In recent years, research and teaching in the humanities has experienced a striking turn toward the material. The desire to study tangible things follows naturally upon an era of scholarship that has been oriented largely around the study of words and categories of thought. But it also tracks the changing preoccupations and concerns of ordinary people, for everyone who has lived through the last half-century has been intensely aware of the dramatic shifts in the profile of consumption in the United States, Europe, and in the developed world more generally. For all these reasons, the study of patterns of consumption has taken on a growing urgency in the university and the classroom. Funding agencies in the United States and in Europe have been instrumental in the process of encouraging museums and repositories of all sorts to digitize and present their collections to the public. In Europe, projects such as the Portable Antiquities Scheme, an online database of coins, dress fittings, and tools from England and Wales, are representative of the trends now sweeping across the world. Among the practitioners of material studies, however, there has been a growing realization that the increasing ease-of-access to information about tangible things, stemming from collections or archaeological excavations, has not been matched by a similar increase in the access to information about textual things, i.e. objects described in textual sources. The response to this growing need can be found in the practice of documentary archaeology, an approach to the study of material culture based on the serial analysis of things identified in documents.
DALME seeks to lay the foundations for a documentary archaeology of later medieval Europe, from 1250 to the early sixteenth century. This period, located at the outset of the modern global economy, saw significant accelerations in patterns of production and consumption as well as a dramatic expansion in markets and credit relations. Altogether, these changes altered the material world and transformed the relationships between people and things. At present, however, the materiality of the era is very little known outside the community of specialists.
Focusing on a corpus of household inventories—lists of household objects identified during legal proceedings—from a number of different cities and regions, the goal of DALME is to create an online database to make this collection and its elements accessible to scholars and members of the public. At the same time, our work on this collection will enable us to develop open standards and protocols that will contribute to the nascent practice of documentary archaeology. Although the use of documents has been central to the practice of historical archaeology for more than fifty years, no specialized standards have emerged to address the specificities of working with artifactual data originating from archival sources. As a result, household inventories and other documents have been published without the apparatus that would be necessary for a systematic study of the assemblages they contain.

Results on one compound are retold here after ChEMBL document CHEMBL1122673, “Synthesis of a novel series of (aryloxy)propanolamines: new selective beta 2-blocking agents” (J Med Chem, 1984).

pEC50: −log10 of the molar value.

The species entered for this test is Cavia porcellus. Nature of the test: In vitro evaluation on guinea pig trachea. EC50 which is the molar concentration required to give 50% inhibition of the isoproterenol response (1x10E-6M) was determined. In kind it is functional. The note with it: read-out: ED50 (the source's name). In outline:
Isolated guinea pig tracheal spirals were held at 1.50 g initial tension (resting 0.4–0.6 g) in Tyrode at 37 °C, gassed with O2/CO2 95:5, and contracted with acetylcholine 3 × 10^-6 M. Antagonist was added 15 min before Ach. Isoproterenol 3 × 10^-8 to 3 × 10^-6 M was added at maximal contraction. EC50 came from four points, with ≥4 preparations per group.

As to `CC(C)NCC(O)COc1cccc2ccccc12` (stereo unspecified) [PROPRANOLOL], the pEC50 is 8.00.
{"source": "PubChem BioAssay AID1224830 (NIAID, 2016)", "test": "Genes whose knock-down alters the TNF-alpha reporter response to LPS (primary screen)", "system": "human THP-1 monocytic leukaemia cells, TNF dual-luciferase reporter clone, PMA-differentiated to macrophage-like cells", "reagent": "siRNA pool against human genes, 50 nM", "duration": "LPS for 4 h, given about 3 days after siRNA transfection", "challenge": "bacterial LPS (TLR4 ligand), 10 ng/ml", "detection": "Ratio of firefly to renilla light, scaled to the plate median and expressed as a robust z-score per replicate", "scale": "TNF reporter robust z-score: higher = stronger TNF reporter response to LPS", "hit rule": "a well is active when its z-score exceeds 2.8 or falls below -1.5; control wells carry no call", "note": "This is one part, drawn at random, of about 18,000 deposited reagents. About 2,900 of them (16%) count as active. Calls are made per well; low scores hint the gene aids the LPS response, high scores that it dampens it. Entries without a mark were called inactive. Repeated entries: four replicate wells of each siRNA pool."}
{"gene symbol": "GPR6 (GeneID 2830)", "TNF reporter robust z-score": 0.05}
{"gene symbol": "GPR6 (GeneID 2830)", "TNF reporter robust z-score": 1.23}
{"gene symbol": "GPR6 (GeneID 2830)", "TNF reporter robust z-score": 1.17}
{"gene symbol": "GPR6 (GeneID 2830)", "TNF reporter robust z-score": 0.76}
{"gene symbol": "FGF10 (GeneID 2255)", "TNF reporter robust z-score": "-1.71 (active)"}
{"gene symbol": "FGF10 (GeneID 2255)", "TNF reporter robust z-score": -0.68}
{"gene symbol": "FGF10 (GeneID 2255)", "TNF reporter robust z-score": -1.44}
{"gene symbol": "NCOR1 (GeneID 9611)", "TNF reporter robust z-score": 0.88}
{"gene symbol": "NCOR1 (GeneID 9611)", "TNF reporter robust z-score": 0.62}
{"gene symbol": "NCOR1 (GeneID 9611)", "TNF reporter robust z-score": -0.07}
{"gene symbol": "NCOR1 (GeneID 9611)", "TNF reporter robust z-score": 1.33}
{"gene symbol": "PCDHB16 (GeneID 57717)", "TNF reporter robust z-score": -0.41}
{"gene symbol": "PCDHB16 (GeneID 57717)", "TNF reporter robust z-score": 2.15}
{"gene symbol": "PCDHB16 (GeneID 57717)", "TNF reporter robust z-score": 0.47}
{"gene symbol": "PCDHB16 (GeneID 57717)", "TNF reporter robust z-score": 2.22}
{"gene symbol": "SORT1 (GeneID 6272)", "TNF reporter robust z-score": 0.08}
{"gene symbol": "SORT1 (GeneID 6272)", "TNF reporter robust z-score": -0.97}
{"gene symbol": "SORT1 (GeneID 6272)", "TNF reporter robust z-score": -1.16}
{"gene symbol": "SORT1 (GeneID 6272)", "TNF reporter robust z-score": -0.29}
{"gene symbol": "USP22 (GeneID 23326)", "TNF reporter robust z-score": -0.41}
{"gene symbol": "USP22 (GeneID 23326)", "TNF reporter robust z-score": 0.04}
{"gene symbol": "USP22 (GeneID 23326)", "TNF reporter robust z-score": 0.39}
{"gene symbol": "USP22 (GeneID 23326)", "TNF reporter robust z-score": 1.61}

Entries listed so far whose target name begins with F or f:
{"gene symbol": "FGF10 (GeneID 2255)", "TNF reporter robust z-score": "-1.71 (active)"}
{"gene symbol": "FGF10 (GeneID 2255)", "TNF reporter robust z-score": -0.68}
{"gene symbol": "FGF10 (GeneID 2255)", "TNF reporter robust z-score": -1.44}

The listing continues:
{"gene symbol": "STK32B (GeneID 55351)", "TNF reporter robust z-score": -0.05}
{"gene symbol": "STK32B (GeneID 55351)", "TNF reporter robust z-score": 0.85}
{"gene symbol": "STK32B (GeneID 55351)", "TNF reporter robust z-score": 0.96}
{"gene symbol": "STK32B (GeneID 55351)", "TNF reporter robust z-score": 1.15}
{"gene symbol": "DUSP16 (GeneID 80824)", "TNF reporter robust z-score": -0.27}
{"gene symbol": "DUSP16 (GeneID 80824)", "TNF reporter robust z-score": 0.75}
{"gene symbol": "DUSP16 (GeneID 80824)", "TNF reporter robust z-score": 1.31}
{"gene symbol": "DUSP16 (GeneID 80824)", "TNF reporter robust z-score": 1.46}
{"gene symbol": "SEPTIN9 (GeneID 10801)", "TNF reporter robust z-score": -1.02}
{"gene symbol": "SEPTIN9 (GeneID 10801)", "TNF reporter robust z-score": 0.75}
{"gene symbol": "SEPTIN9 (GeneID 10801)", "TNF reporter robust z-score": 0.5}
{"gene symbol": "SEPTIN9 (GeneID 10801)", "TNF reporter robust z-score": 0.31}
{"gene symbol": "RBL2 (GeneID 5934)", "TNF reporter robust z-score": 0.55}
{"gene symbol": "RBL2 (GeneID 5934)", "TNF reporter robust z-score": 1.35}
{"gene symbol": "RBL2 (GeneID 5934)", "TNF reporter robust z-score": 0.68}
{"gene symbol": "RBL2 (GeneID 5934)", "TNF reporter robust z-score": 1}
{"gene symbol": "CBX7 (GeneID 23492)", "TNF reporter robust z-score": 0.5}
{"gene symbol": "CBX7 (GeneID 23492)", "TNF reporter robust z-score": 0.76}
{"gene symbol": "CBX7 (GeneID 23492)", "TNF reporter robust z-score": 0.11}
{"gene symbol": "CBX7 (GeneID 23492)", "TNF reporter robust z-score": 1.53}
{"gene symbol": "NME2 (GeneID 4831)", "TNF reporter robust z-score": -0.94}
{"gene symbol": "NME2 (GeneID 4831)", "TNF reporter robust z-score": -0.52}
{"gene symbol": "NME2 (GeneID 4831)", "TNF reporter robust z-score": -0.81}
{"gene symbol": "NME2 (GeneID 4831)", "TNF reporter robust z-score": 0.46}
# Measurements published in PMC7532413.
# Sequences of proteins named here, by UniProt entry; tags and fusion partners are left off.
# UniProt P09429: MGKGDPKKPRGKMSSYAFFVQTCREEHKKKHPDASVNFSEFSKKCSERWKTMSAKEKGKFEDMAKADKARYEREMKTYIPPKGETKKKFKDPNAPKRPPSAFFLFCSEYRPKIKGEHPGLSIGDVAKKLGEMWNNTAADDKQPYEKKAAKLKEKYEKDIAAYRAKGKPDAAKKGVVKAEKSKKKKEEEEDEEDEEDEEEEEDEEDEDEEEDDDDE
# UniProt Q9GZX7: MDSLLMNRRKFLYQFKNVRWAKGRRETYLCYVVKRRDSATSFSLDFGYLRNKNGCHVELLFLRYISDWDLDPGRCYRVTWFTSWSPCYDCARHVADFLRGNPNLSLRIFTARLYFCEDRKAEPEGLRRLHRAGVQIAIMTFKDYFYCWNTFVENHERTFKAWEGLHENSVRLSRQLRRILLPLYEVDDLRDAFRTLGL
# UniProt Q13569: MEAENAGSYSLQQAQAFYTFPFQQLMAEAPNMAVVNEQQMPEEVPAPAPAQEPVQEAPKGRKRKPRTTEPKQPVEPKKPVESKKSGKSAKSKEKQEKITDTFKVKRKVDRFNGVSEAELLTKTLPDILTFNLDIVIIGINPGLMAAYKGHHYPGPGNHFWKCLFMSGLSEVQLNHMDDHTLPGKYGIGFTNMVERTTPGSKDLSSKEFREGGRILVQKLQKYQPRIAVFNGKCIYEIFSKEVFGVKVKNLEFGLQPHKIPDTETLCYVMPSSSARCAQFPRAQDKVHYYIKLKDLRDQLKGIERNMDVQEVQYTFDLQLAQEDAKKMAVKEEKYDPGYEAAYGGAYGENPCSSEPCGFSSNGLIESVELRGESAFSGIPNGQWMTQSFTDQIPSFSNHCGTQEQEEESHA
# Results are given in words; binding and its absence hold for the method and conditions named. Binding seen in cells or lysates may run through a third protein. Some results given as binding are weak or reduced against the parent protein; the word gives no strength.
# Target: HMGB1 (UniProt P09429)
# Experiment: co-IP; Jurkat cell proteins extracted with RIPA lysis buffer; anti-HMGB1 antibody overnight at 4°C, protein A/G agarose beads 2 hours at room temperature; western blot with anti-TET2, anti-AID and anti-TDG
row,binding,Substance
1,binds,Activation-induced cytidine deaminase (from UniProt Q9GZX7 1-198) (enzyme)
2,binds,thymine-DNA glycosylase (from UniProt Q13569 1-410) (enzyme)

Our core audience consists of scholars in the humanities and social sciences interested in late medieval and early modern Europe and the Americas. Using DALME, they will be able to query the collection in search of answers to questions such as these: What kinds of things did ordinary people begin to acquire and use in their homes in later medieval Europe? What sorts of meanings and values did they attach to these things? Are there detectable differences across gender or wealth divides, or between city and countryside? Where, in the household, did people make their principal investments? How were colors and materials integrated into the household? How did people respond to the marked changes in clothing fashion that distinguish this period?
Archaeologists, art historians, and other students of material culture use inventories extensively to study objects and materials and perform analyses on those data. Inventories are particularly valuable sources for archaeological work because the systematic biases that generate silences in the textual record are often quite different from the systematic biases that affect the survival of tangible things. Indeed, the comparison of the evidence from each of the two domains will make the systematic biases inherent in each readily apparent and subject to statistical analysis. Other users of DALME include scholars interested in clothing fashions, for inventories contain abundant evidence about the dating and distribution of fabric, cuts, and styles. Curators will be able to study the distribution of paintings, decorative arts, and furniture such as chests and coffers. Food historians will find evidence for patterns of diet, dining utensils, and lighting. Other potential subjects range from musical and scientific instruments to books, devotional objects, and pets. By virtue of offering an inter-regional collection, moreover, DALME transcends the regional focus that characterizes many existing studies.
The DALME database will also serve students and teachers. The wealth of information made available by DALME, and the research tools built around it, can serve as the basis for M.A. theses; the database has already been used successfully for research papers and class assignments. The interoperability and linked-data approach that the DALME database shares with initiatives such as the Pleiades Project will make the objects available to students, teachers, and the general public. In our experience, the general public responds with enthusiasm to humanities projects that bring to life objects from the past.